So we did make that flight, although a far from smooth transition as we’d spent the previous night with Havana locals on the beach until 7am. We’d met a chap from Switzerland called Adam who ingratiated himself by smuggling two bottles of rum into a salsa club and plying our already translucent Cuba Libres with added ‘zest.’ Through Adam we met Max, a freelance photographer (whose business is entitled ‘Loose Canon’ – very clever) through whom we met every drunk Cuban in Havana. We sang songs on the beach front until I looked through the haze at my watch and figured if we wanted to catch our flight we better get home and sleep a little. Home is an accurate term, as at no point in Cuba (apart from the communist Butlins on the beach) did we stay in a hotel or hostel. All accommodation was supplied by families in “casa particulars,” which were effectively home stays, where you agreed time for breakfast and dinner (and their respective prices) with the matriarch of the family and slept in a spare bedroom they could provide. While this sounds wonderfully authentic and cosy, in reality it was a fairly easy conduit to awkwardness. For instance on our first day in Havana we didn’t make it clear enough that we didn’t want dinner – well we thought we had but we clearly hadn’t. Returning at midnight after a baseball game (they are fanatic about it) and some rum (they’re fanatic about that too) we were confronted by the husband who enquired in gruff Spanish if we were now ready for dinner as they’d prepared it for us. Chicken and vegetables apparently. Lovely. Took ages to cook. We had to grovel and beg forgiveness, as we simply weren’t hungry. In the end we didn’t get fed and we didn’t get forgiven. It’s safe to say we chose a different casa on our return to Havana.

Back in the land of tacos (oh how we gorged ourselves) we picked up a 5th member of Team Gina (our babe of a jeep waiting untouched on a Cancun sidestreet thankfully) in the shape of Ellen’s friend Alison. Car as suitably stuffed as our stomachs we ventured south down the Yucutan coast to Coba – Mayan ruins dotted throughout the jungle which we cycled between. This included a 42 metre tall ruin you could climb up for an all encompassing vista of the green canopy below. Yucutan’s ruins are as varied as they are prolific, and Coba was a solid stab at representing the best bits of all of them – a good intro for Alison we reckoned. We also squeezed in some more cenotes, which apart from ‘authentic’ Mayan mask shops and Pemex petrol stations, are the only things that outnumber the ruins. These cenotes clung to the edge of a glassy lake near Bacalar, allowing us to swim from it’s relative shallows over a narrow shelf and into a 180 metre sink-hole bordered by jungle. It was a grand footnote to our whole time in Mexico. The word Yucatan is Mayan for “we don’t know what you’re talking about,” which is what the locals yelled at the Spaniards when they politely enquired where on earth they were. The name stuck but it could be used nowadays to cover the whole country, especially in response to all the criticism it keeps getting from outsiders. I have no idea what they were talking about. Before we crossed the border we were told by various Americans that the food was terrible (it’s incredible), it was dangerous (not dangerous for tourists, not dangerous at all) and there was nothing to see (I doubt there are many countries on earth with more to see), so to them I say “Yucutan!” Or just, “shut up, stop fear-mongering and go visit for yourself, you may learn something.”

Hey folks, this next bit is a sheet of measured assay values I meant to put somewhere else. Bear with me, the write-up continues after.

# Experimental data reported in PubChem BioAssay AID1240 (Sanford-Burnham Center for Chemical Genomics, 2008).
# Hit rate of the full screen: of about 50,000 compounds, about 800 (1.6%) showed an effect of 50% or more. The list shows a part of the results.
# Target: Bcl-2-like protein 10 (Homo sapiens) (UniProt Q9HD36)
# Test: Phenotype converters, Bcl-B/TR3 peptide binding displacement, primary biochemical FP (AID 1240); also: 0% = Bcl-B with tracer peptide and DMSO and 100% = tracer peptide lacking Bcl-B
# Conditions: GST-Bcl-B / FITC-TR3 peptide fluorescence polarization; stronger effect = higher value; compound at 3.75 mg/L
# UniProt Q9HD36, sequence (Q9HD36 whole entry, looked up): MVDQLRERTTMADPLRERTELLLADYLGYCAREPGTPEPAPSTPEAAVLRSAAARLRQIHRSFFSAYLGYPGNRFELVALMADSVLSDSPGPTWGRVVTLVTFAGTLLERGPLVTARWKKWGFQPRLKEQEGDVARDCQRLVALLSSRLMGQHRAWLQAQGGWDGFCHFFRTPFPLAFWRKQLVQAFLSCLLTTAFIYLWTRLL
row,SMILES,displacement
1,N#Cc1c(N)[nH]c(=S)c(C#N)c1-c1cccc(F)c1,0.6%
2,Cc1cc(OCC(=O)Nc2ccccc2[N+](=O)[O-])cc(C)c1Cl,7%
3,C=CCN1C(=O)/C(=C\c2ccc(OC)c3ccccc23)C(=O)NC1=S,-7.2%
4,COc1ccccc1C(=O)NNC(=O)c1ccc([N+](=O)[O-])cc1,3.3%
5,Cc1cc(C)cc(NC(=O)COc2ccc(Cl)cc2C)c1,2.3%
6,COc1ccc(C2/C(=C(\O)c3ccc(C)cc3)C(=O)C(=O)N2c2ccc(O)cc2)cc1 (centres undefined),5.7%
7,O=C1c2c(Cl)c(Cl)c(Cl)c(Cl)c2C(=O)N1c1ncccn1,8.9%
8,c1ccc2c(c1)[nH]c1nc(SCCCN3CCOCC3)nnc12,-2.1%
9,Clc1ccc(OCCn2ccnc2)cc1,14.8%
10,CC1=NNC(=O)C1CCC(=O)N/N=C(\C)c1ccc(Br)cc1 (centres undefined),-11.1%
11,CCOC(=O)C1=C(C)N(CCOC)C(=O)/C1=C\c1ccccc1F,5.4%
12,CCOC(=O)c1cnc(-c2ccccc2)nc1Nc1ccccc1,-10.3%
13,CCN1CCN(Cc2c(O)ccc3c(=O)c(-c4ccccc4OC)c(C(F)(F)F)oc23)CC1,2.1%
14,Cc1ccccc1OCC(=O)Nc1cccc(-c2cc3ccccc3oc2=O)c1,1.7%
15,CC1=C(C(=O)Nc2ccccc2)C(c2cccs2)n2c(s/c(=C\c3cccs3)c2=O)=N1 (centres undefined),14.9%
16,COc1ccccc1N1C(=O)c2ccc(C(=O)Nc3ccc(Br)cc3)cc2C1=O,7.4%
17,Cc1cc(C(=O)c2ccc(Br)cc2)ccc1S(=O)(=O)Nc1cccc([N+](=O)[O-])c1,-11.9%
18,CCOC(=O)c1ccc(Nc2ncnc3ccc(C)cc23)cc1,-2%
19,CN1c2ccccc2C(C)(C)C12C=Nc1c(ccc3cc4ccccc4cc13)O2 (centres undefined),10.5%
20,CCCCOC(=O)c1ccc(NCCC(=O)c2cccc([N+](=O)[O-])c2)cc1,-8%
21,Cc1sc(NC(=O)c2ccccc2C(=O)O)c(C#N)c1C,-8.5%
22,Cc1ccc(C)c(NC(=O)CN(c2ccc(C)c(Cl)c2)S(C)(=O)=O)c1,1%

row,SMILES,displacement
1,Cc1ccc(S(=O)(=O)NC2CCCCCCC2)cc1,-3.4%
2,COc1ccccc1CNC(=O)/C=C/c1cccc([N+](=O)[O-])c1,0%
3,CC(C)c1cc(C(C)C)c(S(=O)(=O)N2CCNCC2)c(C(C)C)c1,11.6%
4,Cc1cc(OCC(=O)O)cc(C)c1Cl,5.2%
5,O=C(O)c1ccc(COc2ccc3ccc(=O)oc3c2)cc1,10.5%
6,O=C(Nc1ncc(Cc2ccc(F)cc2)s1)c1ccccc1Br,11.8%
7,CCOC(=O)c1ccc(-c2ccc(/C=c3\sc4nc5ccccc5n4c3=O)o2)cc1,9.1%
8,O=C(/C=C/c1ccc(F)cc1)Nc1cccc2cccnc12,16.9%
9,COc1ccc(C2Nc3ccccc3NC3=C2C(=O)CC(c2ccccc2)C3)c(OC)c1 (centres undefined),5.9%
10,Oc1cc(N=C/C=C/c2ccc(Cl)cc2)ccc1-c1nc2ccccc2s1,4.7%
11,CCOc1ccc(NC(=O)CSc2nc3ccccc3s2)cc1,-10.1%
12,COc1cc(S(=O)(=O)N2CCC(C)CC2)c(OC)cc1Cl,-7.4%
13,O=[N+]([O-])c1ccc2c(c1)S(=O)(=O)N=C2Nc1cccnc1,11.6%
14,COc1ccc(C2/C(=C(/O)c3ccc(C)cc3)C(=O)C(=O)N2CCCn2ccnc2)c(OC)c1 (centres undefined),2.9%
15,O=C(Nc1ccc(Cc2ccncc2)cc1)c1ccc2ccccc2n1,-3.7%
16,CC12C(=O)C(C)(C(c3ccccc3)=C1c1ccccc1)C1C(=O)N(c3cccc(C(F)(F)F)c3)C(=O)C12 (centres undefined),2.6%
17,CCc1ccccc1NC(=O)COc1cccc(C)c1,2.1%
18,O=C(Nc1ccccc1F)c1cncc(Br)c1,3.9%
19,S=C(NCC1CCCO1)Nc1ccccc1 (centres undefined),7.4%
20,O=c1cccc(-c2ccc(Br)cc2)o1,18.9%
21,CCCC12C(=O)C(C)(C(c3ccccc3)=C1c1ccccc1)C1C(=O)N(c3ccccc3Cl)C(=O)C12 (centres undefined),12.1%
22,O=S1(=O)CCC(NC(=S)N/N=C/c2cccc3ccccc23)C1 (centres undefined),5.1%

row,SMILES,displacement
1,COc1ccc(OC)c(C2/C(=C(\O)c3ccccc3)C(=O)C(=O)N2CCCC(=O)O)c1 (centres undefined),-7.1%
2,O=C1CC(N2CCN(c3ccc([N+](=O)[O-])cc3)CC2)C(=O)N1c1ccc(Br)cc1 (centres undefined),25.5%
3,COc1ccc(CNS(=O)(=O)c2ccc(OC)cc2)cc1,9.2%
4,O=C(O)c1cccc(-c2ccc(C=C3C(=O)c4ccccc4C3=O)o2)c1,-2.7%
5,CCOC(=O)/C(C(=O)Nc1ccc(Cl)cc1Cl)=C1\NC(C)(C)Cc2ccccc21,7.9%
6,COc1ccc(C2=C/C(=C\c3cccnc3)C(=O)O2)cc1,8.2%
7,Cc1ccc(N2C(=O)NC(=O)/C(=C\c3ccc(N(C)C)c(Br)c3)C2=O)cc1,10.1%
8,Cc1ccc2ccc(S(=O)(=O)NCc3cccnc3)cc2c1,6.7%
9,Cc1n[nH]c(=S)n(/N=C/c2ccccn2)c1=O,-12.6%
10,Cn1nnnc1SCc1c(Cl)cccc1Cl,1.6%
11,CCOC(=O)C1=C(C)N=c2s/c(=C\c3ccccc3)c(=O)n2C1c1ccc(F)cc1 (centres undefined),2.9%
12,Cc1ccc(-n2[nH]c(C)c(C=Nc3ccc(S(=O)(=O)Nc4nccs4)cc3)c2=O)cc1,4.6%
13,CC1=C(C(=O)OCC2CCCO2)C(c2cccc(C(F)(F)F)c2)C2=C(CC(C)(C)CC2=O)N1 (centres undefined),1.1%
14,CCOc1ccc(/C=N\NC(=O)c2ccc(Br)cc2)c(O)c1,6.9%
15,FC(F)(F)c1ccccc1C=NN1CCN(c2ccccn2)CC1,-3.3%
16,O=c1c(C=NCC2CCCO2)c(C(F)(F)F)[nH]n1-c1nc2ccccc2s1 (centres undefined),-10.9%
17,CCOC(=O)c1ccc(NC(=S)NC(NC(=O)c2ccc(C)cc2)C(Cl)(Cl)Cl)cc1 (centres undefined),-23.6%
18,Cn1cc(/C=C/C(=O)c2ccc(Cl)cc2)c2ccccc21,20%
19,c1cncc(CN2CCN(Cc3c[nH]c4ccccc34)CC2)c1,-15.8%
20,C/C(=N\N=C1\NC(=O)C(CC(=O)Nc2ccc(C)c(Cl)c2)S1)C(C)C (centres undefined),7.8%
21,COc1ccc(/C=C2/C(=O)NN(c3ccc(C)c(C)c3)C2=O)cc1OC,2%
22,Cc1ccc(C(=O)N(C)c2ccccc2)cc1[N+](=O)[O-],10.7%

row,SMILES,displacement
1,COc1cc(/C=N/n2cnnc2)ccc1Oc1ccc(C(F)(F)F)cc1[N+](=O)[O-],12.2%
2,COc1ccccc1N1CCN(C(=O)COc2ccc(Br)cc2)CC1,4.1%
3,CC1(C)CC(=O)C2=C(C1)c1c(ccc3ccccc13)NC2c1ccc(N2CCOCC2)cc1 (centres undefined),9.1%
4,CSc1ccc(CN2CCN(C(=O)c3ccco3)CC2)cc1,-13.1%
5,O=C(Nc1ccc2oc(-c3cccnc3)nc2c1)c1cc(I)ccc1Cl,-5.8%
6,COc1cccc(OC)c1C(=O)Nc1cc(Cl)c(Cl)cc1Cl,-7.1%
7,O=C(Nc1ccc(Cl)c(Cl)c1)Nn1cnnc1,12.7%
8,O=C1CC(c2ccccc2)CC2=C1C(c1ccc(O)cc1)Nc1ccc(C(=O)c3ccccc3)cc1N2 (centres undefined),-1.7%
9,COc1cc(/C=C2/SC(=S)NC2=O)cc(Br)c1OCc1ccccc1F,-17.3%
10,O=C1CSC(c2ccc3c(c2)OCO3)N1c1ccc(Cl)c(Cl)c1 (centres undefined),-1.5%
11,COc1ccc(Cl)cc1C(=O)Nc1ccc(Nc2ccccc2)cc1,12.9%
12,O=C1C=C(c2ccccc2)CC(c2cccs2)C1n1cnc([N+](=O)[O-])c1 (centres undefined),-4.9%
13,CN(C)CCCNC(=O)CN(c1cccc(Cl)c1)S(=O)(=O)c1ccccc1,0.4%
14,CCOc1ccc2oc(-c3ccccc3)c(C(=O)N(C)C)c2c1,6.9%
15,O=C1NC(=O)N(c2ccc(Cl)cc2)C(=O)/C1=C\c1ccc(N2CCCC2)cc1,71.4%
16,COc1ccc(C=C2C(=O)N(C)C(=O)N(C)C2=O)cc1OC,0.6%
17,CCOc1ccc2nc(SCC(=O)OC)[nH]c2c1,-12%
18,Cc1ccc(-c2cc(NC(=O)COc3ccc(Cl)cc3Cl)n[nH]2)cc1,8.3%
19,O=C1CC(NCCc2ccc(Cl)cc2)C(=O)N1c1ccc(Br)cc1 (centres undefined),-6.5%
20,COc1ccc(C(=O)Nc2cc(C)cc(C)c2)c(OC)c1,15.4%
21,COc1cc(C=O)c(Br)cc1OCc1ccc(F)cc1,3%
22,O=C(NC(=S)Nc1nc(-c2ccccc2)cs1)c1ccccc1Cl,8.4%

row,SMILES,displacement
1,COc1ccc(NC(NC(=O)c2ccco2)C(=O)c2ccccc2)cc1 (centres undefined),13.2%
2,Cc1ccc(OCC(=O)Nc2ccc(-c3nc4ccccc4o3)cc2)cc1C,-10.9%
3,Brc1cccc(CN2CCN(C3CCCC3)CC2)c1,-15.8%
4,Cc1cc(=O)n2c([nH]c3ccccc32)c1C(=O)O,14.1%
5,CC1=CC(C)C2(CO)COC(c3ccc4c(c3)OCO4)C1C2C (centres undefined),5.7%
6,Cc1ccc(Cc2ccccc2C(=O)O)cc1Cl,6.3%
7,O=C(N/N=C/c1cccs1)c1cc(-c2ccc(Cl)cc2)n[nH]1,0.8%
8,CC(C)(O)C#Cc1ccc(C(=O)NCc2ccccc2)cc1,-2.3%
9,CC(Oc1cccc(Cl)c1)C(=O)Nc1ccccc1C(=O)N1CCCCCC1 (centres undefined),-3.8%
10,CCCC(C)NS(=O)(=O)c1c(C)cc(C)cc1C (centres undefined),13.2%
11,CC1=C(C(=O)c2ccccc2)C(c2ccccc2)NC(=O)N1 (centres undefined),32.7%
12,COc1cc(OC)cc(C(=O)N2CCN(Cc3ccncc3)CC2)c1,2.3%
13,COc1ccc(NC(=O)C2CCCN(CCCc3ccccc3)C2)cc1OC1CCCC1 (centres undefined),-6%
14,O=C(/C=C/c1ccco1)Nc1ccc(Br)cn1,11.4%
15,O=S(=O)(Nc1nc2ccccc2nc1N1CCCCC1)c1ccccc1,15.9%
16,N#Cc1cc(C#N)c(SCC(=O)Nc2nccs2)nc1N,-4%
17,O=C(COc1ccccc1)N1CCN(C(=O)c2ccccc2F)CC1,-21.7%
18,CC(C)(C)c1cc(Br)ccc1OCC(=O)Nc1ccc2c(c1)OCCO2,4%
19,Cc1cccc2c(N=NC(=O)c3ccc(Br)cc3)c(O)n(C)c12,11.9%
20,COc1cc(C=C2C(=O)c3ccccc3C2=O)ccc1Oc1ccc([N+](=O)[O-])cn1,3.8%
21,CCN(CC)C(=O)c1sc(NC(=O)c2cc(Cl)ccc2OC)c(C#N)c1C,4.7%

We’re now in Belize, home of Caribbeans, Mennonites, money with the queen on it and a lot of fish. We just spent the day snorkelling amongst them courtesy of a hilarious Rastafarian bloke called Benedict (he liked to call me ‘baby’). G caught three fish with a spear gun, which was incredibly manly. I couldn’t even reload the gun. At one point we were surrounded by 5 foot wide sting-rays and reef sharks. The coral was heaped on top of itself like a huge aquatic bakery, great spans of purple wafting in the current like mouldy crepes.   I stayed in the water for so long I got sunburnt, which seems to be my new inauguration ceremony for every new country we visit. So it appears we’re going to stay on this little island of Caye Caulker for a couple more days before heading to shore and heading west to Guatamala. Gina just loves those border crossings.

Base Camp Morning Report.

Happy Dependence Day everyone! We are family! I awoke his morning, bleary-eyed from my work leaving do to hear the news that Scots had opted for the ‘Better the devil you know’ side of thinking, which was the correct side in my eyes. I spent the rest of the day continuing my mission to compact the previous three years of stuff into a rucksack, via trips to the dump and to some spare cupboards in my parents’ house. I’ve always owned pretty terrible clothes so it was almost more difficult deciding what NOT to donate to charity. Now, I’m sitting in the living room waiting for Cammy to pick me up for the trip to the airport. A flight to Gatwick, a wedding in Worthing and a dash back to Gatwick later I’ll be winging my way to Anchorage, with erstwhile potato baron Graham Flemming for company! I talked to G this morning and it sounds like he’s taking the ‘travel light’ philosophy rather seriously, bringing a back pack that would be too small for a child’s first day at school. I think he’ll be borrowing a few of my terrible jumpers at this rate. If anything else interesting happens over the next 7 months you can trust that it will find it’s way on to here, so keep your eyes aggressively peeled! Until next time – bon voyage!